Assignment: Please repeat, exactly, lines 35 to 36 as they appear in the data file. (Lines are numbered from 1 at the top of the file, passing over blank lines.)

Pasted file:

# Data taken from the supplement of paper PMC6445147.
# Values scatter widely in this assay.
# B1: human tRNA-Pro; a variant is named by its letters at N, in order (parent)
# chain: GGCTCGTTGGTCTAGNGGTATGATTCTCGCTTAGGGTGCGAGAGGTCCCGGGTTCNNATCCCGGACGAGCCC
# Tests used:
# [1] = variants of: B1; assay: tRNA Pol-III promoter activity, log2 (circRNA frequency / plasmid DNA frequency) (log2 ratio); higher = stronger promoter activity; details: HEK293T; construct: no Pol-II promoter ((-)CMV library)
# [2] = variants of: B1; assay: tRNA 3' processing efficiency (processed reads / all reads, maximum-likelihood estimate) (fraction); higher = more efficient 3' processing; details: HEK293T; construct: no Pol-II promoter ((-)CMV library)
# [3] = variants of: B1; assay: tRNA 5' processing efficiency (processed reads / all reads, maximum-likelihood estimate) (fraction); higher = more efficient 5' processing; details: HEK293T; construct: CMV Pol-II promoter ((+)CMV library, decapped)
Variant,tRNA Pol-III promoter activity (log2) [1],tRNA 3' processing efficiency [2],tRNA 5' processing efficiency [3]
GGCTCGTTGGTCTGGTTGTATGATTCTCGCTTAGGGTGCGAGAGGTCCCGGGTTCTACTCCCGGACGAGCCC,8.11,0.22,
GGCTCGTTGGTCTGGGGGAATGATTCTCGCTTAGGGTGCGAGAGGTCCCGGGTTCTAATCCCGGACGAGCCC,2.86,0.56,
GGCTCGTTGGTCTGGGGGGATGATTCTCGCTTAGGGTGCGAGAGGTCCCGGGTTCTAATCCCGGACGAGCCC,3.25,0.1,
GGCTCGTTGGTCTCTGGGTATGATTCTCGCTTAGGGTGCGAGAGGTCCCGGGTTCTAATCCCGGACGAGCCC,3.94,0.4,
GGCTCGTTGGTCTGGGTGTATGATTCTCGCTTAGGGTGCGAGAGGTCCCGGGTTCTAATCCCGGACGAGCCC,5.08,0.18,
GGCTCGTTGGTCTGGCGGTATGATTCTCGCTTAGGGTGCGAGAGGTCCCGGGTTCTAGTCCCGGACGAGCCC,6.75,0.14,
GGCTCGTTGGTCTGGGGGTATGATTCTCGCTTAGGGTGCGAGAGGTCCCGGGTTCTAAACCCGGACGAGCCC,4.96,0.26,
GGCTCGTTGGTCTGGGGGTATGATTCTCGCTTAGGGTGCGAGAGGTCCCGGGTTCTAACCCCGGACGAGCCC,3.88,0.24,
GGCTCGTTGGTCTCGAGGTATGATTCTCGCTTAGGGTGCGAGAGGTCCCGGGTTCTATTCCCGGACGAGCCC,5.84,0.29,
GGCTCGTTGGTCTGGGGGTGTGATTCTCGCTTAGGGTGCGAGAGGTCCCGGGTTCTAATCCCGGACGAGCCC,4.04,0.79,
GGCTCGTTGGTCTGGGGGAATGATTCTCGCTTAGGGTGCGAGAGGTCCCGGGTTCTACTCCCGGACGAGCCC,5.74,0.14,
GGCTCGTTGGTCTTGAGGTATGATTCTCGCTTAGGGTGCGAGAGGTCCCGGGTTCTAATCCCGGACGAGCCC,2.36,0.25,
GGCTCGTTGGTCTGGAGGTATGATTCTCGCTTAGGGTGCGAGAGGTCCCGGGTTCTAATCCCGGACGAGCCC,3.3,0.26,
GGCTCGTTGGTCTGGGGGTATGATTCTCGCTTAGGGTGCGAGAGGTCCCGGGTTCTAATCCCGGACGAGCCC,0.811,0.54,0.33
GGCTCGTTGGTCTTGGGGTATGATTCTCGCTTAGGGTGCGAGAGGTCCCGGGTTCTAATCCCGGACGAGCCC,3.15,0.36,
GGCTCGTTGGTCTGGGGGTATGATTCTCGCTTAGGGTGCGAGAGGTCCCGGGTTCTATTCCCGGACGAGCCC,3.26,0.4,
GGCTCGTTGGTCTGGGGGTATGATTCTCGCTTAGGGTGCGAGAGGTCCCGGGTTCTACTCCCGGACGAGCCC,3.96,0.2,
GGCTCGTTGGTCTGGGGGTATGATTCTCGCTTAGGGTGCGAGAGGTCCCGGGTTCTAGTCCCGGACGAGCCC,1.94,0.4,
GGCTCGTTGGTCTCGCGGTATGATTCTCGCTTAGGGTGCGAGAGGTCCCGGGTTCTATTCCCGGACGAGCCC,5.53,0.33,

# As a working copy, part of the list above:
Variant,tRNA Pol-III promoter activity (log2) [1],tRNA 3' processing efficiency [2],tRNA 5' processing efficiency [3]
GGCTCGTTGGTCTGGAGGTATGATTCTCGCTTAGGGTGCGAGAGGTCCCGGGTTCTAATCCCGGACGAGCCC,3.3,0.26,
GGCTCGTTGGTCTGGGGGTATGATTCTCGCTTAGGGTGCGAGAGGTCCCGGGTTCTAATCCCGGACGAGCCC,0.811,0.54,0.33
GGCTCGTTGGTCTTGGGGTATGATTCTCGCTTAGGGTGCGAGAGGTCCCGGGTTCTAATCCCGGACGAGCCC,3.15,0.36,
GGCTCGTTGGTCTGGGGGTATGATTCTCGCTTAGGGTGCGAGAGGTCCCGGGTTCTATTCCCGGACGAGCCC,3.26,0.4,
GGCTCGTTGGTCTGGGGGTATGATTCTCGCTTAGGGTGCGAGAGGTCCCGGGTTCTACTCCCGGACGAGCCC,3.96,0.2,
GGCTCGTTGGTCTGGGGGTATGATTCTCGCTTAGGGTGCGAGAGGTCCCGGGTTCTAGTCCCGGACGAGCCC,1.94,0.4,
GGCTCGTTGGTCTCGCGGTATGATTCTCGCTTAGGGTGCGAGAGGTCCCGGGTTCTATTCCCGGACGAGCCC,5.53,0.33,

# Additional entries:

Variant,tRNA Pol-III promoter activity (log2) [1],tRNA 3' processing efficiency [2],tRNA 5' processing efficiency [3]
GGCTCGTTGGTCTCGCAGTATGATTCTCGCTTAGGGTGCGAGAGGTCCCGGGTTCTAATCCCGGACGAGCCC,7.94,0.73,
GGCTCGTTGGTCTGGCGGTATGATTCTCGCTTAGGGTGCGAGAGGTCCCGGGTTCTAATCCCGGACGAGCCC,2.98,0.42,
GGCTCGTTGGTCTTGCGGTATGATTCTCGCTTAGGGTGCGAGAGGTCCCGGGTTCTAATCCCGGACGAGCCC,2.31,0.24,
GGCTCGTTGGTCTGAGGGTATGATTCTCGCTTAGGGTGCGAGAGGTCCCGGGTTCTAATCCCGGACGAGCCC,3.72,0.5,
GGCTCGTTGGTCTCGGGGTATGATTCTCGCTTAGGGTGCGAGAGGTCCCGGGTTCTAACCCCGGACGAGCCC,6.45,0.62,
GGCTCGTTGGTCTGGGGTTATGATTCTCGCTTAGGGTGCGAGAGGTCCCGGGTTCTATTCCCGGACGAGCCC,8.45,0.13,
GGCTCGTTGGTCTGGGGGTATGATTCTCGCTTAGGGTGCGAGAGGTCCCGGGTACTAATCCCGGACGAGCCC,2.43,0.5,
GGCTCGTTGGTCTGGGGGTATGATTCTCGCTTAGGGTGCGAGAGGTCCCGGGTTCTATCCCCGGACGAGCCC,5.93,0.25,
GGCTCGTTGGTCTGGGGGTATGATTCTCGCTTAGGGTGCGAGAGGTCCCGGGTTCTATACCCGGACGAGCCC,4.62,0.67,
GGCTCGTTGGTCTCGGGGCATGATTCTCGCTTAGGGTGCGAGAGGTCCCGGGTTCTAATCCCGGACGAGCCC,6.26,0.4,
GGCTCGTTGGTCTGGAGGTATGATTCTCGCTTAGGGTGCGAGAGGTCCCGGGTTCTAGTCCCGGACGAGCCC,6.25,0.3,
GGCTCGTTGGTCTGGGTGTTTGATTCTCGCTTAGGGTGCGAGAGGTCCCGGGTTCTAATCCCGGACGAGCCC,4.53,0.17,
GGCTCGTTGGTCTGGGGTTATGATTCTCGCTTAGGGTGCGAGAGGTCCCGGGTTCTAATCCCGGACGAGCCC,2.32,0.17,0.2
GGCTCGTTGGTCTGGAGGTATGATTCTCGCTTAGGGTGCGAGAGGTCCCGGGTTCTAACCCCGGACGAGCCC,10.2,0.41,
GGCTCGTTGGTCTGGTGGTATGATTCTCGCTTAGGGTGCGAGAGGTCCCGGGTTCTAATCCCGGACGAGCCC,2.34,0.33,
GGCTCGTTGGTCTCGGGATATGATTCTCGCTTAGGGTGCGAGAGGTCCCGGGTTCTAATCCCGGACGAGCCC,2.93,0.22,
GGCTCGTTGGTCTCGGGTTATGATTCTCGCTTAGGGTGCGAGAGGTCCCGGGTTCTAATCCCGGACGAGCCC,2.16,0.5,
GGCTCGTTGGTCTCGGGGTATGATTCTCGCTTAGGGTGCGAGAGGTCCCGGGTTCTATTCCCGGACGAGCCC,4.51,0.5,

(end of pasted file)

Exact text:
GGCTCGTTGGTCTGGGGGTATGATTCTCGCTTAGGGTGCGAGAGGTCCCGGGTTCTACTCCCGGACGAGCCC,3.96,0.2,
GGCTCGTTGGTCTGGGGGTATGATTCTCGCTTAGGGTGCGAGAGGTCCCGGGTTCTAGTCCCGGACGAGCCC,1.94,0.4,